7 Ways to get Bigger Arms

As a former Olympic and world champion rower, Toby Garbett (www.tobygarbett.com) knows, powerful arms are vital in contributing to a winning performance…

Get A Grip

Whether you’re just starting for the first time, or pushing on to Popeye proportions, changing the way you hold those dumb-bells during curls is one of the simplest ways to make a major impact on muscle size. “Apart from the standard grip, holding the middle of the handle which targets the biceps specifically, try mixing things up. Use the reverse grip, with palms facing backwards, which works the forearm (brachioradialis muscle) hardest. Or alternatively think back to when you last did a bit if DIY and go for my favorite, the hammer grip.”

Include a Warm Up

A great warm up will help you prepare for the weight room as it gets your body and nervous system ready for a hard work out, improving your movement quality. “At the beginning of every session include an effective warm up, which features dynamic stretches that actively move your joints through a full range of motion. These enhance muscular performance and increase blood flow, helping to prevent injury,” says Garbutt. “Deep Heat can come in very handy here, as applying it prior to exercise helps to warm up the muscles and increase blood flow.”

Put Down Those Weights

Lifting heavy dumb-bells certainly gets those major arm muscles moving in the right direction, but what’s really impressive is being able to shift yourself – as in using your own bodyweight - as the lifting challenge,” says Garbutt. “Underhand grip pull-ups and parallel bar dips will target biceps, lats and forearms as well as triceps and shoulders.” If you’re struggling at first with either exercise get yourself to the top of the dip or the pull up bar. Then very slowly over 5-10 seconds lower yourself down. “Working the muscles eccentrically like this will actually give you very quick strength gains and soon enough you will be lifting or dipping yourself, which really is the best test of strength.”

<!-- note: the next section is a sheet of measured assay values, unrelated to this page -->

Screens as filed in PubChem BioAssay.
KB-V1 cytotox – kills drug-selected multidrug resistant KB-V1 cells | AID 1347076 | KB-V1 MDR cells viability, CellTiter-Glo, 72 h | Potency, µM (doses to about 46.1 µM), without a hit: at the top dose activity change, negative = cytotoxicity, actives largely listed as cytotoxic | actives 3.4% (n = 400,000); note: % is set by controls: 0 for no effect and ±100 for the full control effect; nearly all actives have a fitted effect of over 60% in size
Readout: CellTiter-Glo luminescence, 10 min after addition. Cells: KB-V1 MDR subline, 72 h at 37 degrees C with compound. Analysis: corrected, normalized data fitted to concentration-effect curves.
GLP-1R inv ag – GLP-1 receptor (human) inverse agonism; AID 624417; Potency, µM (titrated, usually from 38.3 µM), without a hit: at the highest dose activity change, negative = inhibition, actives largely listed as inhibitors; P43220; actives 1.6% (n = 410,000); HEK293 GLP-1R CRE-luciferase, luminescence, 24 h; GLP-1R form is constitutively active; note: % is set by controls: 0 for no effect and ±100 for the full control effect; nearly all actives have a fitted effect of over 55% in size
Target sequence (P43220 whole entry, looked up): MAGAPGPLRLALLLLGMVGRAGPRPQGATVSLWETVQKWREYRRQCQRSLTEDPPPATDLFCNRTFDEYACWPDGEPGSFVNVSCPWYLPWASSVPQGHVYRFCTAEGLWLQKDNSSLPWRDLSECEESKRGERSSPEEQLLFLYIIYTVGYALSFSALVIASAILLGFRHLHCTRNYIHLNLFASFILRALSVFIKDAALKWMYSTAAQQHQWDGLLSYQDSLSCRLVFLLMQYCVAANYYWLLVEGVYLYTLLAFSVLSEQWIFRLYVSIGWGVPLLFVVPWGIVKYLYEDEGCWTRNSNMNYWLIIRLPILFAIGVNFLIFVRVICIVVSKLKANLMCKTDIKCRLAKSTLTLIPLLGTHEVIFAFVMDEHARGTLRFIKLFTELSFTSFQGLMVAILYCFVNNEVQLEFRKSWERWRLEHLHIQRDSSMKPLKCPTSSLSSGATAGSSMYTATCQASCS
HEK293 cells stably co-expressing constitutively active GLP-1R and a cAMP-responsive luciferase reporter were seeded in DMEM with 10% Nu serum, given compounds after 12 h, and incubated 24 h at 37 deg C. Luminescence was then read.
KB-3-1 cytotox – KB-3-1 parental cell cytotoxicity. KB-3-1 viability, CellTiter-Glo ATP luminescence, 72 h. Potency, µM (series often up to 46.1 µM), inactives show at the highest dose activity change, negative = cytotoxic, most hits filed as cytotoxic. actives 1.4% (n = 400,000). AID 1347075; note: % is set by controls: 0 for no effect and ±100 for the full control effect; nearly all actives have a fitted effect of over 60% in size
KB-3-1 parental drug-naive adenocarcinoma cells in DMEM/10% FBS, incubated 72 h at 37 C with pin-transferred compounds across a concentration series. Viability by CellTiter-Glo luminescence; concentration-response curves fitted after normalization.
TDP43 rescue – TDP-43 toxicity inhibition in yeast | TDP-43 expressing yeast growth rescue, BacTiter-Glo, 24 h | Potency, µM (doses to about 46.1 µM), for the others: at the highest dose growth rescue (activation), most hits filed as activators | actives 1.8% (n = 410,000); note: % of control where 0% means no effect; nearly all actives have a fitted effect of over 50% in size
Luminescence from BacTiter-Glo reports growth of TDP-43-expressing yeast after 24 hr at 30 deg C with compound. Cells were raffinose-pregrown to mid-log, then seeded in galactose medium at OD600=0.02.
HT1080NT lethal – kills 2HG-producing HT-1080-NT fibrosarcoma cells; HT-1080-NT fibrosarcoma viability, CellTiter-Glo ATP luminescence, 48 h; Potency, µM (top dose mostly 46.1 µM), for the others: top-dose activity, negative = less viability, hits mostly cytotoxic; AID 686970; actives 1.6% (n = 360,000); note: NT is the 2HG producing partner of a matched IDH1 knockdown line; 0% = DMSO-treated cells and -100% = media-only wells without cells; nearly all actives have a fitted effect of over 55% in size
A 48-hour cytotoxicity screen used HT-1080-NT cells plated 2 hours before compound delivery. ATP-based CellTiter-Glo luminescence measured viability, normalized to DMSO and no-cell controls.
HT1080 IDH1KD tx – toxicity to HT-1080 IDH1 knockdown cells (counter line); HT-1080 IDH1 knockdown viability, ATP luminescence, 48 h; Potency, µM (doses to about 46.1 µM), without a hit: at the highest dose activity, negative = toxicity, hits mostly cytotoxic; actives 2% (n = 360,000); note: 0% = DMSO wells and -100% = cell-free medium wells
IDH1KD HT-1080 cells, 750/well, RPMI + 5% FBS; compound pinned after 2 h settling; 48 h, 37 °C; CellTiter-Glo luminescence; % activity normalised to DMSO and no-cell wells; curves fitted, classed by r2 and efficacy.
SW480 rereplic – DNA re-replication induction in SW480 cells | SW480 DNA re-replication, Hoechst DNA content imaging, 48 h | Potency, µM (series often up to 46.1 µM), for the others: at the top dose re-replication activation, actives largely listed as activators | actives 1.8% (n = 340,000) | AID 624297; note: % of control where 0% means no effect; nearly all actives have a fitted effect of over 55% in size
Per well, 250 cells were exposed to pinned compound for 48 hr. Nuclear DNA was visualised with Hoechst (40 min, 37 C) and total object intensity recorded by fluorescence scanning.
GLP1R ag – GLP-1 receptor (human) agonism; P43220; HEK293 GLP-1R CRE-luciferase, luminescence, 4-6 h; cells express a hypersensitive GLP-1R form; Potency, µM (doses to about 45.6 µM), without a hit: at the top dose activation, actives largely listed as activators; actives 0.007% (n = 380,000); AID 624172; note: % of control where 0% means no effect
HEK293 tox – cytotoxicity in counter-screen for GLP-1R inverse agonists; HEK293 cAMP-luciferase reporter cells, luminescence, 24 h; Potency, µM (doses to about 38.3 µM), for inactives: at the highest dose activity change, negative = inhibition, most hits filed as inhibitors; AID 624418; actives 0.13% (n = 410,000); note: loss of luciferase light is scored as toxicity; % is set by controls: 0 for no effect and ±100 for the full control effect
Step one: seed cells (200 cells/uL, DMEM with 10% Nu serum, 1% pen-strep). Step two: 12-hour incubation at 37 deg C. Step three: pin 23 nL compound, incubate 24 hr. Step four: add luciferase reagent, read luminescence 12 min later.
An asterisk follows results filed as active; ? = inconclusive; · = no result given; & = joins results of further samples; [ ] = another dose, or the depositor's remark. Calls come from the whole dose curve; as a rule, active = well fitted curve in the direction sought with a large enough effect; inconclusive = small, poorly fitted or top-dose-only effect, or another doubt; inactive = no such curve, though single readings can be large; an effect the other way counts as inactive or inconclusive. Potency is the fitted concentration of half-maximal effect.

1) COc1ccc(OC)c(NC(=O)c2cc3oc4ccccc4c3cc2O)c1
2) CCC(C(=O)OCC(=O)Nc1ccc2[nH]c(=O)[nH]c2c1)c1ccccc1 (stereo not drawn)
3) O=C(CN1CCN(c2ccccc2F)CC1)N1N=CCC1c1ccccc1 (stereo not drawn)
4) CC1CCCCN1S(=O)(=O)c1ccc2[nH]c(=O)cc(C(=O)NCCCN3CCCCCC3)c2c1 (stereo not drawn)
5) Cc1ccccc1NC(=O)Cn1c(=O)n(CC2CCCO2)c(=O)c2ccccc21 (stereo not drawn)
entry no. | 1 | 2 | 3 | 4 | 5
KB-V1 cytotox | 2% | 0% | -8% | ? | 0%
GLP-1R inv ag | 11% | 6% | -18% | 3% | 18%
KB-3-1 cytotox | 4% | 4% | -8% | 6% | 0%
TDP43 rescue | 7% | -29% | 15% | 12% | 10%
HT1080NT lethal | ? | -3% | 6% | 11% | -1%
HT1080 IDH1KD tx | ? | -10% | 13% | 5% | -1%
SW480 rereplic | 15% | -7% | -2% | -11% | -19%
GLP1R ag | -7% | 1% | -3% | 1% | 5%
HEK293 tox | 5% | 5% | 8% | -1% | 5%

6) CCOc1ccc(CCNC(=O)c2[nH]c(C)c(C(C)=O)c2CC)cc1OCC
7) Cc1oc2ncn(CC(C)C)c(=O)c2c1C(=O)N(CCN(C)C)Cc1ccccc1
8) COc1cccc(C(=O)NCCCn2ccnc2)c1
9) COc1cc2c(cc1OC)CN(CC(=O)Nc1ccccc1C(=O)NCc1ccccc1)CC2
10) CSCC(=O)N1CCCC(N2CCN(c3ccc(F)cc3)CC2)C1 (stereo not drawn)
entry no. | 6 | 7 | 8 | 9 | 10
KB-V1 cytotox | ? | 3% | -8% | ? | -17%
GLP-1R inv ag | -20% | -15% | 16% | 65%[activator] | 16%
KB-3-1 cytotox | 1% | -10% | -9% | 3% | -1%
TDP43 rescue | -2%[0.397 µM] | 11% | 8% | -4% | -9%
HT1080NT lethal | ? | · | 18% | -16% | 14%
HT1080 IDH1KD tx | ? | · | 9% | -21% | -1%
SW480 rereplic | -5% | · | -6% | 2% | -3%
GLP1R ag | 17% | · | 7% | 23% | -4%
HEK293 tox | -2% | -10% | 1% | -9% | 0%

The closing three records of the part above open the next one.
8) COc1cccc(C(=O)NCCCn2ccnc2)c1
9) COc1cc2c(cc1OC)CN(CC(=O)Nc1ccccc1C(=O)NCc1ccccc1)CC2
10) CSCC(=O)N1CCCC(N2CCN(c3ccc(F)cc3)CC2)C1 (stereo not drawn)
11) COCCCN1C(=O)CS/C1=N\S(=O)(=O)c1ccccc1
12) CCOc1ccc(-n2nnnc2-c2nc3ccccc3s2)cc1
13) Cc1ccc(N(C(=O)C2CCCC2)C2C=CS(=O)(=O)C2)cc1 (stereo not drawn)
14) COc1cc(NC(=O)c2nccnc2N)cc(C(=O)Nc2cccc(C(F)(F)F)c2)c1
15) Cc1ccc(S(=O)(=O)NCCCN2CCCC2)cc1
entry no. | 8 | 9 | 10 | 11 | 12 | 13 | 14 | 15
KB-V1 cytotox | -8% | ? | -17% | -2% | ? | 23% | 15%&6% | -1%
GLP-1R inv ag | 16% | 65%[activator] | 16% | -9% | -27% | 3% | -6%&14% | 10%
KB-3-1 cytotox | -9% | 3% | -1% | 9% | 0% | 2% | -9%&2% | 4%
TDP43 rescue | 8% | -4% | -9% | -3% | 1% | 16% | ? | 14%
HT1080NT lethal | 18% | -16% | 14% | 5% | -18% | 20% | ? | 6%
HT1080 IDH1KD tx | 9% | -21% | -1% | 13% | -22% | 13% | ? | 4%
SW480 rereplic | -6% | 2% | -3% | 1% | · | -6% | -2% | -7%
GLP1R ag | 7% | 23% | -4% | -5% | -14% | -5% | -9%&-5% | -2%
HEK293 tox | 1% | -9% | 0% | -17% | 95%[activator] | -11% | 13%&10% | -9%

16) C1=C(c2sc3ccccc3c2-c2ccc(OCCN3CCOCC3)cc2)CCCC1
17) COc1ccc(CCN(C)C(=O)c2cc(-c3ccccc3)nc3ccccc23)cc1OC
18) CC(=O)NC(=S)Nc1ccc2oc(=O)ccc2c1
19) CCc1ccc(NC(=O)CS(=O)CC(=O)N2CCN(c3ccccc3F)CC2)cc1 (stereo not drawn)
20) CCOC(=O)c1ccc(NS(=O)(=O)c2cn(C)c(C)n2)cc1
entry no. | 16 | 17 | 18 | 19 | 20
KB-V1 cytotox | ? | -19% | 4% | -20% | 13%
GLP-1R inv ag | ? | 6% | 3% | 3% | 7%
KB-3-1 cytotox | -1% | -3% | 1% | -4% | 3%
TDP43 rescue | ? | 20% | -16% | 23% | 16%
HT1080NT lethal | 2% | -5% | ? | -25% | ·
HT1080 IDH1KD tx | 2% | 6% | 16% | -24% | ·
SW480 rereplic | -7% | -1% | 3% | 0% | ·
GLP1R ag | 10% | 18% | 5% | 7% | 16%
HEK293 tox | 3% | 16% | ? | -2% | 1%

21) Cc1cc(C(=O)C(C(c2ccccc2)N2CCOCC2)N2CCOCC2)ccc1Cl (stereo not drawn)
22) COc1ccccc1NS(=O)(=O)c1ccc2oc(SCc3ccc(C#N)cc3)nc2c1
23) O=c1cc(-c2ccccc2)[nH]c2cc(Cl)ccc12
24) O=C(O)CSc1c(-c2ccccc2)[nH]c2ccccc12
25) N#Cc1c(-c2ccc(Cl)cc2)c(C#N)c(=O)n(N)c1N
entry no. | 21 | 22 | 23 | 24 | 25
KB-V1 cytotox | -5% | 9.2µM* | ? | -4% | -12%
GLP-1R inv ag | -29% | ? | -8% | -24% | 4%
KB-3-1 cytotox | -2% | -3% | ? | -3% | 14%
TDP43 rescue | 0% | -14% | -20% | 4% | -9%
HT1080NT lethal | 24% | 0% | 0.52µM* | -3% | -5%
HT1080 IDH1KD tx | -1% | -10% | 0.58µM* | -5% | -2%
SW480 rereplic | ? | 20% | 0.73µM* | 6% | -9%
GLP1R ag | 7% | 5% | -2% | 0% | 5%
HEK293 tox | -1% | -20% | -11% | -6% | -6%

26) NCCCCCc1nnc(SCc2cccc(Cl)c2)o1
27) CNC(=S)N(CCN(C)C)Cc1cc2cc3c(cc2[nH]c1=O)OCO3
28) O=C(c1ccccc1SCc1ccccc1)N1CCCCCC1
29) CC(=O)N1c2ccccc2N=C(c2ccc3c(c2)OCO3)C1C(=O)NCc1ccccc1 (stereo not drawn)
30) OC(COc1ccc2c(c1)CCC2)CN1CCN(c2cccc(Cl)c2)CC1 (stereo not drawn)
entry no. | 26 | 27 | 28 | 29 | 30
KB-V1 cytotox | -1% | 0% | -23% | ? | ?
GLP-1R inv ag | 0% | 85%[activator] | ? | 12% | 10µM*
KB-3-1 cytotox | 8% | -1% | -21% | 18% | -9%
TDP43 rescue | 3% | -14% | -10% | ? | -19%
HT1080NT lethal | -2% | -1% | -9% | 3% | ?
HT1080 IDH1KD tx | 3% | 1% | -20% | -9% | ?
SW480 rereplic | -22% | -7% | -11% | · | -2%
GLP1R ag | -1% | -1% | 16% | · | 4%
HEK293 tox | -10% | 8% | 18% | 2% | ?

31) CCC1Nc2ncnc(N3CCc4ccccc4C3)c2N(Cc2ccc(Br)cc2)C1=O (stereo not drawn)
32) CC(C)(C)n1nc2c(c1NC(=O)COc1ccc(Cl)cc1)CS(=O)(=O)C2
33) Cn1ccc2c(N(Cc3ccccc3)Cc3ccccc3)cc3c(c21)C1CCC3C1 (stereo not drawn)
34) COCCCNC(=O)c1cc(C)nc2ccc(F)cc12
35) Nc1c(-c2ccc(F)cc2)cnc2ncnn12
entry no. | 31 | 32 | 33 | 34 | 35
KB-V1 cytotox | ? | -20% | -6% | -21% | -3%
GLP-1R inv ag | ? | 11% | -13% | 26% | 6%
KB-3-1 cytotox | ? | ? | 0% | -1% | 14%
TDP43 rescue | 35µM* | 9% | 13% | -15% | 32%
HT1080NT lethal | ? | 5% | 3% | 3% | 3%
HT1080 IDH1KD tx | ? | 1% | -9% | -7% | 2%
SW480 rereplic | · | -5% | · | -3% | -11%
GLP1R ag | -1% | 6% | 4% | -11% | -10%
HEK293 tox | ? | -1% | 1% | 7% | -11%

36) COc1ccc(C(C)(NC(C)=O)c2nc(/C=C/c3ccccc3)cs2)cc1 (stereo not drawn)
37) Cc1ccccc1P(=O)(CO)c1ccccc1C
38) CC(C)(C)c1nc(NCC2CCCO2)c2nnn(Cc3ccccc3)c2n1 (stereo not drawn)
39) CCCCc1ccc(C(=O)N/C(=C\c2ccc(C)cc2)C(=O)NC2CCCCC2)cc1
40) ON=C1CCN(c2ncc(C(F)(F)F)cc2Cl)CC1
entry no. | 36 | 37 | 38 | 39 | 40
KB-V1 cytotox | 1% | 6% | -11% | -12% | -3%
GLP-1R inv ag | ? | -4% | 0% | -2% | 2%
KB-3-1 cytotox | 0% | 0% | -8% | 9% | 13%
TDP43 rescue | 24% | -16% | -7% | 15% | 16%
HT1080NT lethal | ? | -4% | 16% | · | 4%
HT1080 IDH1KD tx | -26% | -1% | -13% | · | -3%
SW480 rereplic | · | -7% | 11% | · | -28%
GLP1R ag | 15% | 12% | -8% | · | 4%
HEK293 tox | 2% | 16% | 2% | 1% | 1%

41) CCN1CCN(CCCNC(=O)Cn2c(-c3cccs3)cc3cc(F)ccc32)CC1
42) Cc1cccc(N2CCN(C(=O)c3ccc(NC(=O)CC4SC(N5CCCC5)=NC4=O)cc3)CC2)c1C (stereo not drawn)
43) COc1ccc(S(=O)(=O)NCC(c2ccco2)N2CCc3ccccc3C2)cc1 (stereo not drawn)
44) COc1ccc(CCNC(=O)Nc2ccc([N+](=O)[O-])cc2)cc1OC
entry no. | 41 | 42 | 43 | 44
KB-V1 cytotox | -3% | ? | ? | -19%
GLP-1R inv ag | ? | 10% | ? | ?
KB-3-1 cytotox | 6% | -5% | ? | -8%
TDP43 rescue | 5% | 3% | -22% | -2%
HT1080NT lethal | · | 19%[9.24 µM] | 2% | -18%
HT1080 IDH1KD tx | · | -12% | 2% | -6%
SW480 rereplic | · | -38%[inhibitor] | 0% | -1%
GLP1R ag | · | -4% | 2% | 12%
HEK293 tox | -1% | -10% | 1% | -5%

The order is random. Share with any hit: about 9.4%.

‘Tri’ To Become Super Man

Supersets – consecutive sets of two exercises performed without rest – work your muscles intensely with the effect of ‘pumping’ them full of blood and enhancing that size increase you’re after. Perform sets of supersets with short, 1-2 minute breathers in between. “Create supersets working different muscles such as hammer curls that build biceps – lying back on a 45 degree bench performing a high number of reps, alternated with dips on the parallel bars – again high reps to test the triceps, chest and shoulders.”

Feed The Frame

Big arms demand as much attention to detail in the kitchen as they do the weights room. “For maximum muscle growth look to feed on nutrients that rapidly repair torn tendons and build new tissue. Micro-nutrients in the likes of porridge, peanut butter, fresh fruit, eggs, avocadoes, grilled fish fillets and steamed vegetables will form a supply line to those growing guns without piling any undue poundage on around the waistline.”

Go into Decline

Adapting your weights workouts to marginally increase the challenges the muscles face can have a great overall effect on bulk building. “Setting the gym bench into the decline position for straight up drills like the triceps extension means that as you lower the weight, the forearms drop lower than parallel to the floor, hitting those triceps at the sweet spot,” says Garbutt. “Decline dumb-bell bench press and barbell triceps extension will also create a greater, gravity-induced challenge.”

Avoid Cold Shoulders

Without a strong set of shoulders your arms don’t stand a chance of taking on t-shirt stretching dimensions. “For your biceps, triceps, forearms and beyond to realize their full potential, treat the deltoids to regular shoulder sessions using free-flowing cable machines to perform raises, barbells and dumb-bells for a variety of press drills and your own body weight for Hindu push-ups.”


Advice is for information only and should not replace medical care or recommendations. Please check with your GP before embarking on exercise or nutrition regimes for the first time.